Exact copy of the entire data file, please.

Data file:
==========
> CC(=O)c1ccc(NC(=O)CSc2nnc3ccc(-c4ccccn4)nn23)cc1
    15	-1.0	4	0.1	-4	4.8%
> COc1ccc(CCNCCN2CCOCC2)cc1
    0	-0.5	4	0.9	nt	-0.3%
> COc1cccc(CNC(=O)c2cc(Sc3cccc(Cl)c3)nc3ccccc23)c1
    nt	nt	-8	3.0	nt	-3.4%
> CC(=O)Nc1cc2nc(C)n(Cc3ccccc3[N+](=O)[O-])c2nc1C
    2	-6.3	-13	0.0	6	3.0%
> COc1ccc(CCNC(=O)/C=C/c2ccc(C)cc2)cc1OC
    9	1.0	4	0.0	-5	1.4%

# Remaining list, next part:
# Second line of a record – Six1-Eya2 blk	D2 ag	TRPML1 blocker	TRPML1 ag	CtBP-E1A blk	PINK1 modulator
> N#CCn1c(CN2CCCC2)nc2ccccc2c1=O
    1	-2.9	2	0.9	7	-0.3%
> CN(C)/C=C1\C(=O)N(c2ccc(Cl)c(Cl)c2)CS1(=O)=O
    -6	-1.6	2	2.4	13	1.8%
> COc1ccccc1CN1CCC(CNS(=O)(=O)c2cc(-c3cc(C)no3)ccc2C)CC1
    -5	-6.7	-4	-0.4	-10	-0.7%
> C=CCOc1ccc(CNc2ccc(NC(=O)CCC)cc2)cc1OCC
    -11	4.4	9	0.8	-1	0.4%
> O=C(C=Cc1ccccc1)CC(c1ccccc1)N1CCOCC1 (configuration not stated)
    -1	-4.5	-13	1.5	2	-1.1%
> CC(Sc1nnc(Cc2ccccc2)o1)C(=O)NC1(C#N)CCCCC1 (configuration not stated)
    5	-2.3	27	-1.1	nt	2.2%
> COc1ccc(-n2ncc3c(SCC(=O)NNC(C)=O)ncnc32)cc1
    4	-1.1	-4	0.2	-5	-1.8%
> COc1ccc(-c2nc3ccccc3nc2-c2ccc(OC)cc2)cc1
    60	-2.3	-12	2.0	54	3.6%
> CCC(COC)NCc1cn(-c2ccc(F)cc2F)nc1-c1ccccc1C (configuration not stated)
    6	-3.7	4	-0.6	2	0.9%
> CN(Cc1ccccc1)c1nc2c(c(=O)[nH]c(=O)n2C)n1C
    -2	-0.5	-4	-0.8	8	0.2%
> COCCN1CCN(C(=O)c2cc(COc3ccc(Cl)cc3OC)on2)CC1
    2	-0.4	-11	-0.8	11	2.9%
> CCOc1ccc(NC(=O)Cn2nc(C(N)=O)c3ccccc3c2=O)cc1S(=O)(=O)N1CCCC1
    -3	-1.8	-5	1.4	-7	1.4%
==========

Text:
> CC(=O)c1ccc(NC(=O)CSc2nnc3ccc(-c4ccccn4)nn23)cc1
    15	-1.0	4	0.1	-4	4.8%
> COc1ccc(CCNCCN2CCOCC2)cc1
    0	-0.5	4	0.9	nt	-0.3%
> COc1cccc(CNC(=O)c2cc(Sc3cccc(Cl)c3)nc3ccccc23)c1
    nt	nt	-8	3.0	nt	-3.4%
> CC(=O)Nc1cc2nc(C)n(Cc3ccccc3[N+](=O)[O-])c2nc1C
    2	-6.3	-13	0.0	6	3.0%
> COc1ccc(CCNC(=O)/C=C/c2ccc(C)cc2)cc1OC
    9	1.0	4	0.0	-5	1.4%

# Remaining list, next part:
# Second line of a record – Six1-Eya2 blk	D2 ag	TRPML1 blocker	TRPML1 ag	CtBP-E1A blk	PINK1 modulator
> N#CCn1c(CN2CCCC2)nc2ccccc2c1=O
    1	-2.9	2	0.9	7	-0.3%
> CN(C)/C=C1\C(=O)N(c2ccc(Cl)c(Cl)c2)CS1(=O)=O
    -6	-1.6	2	2.4	13	1.8%
> COc1ccccc1CN1CCC(CNS(=O)(=O)c2cc(-c3cc(C)no3)ccc2C)CC1
    -5	-6.7	-4	-0.4	-10	-0.7%
> C=CCOc1ccc(CNc2ccc(NC(=O)CCC)cc2)cc1OCC
    -11	4.4	9	0.8	-1	0.4%
> O=C(C=Cc1ccccc1)CC(c1ccccc1)N1CCOCC1 (configuration not stated)
    -1	-4.5	-13	1.5	2	-1.1%
> CC(Sc1nnc(Cc2ccccc2)o1)C(=O)NC1(C#N)CCCCC1 (configuration not stated)
    5	-2.3	27	-1.1	nt	2.2%
> COc1ccc(-n2ncc3c(SCC(=O)NNC(C)=O)ncnc32)cc1
    4	-1.1	-4	0.2	-5	-1.8%
> COc1ccc(-c2nc3ccccc3nc2-c2ccc(OC)cc2)cc1
    60	-2.3	-12	2.0	54	3.6%
> CCC(COC)NCc1cn(-c2ccc(F)cc2F)nc1-c1ccccc1C (configuration not stated)
    6	-3.7	4	-0.6	2	0.9%
> CN(Cc1ccccc1)c1nc2c(c(=O)[nH]c(=O)n2C)n1C
    -2	-0.5	-4	-0.8	8	0.2%
> COCCN1CCN(C(=O)c2cc(COc3ccc(Cl)cc3OC)on2)CC1
    2	-0.4	-11	-0.8	11	2.9%
> CCOc1ccc(NC(=O)Cn2nc(C(N)=O)c3ccccc3c2=O)cc1S(=O)(=O)N1CCCC1
    -3	-1.8	-5	1.4	-7	1.4%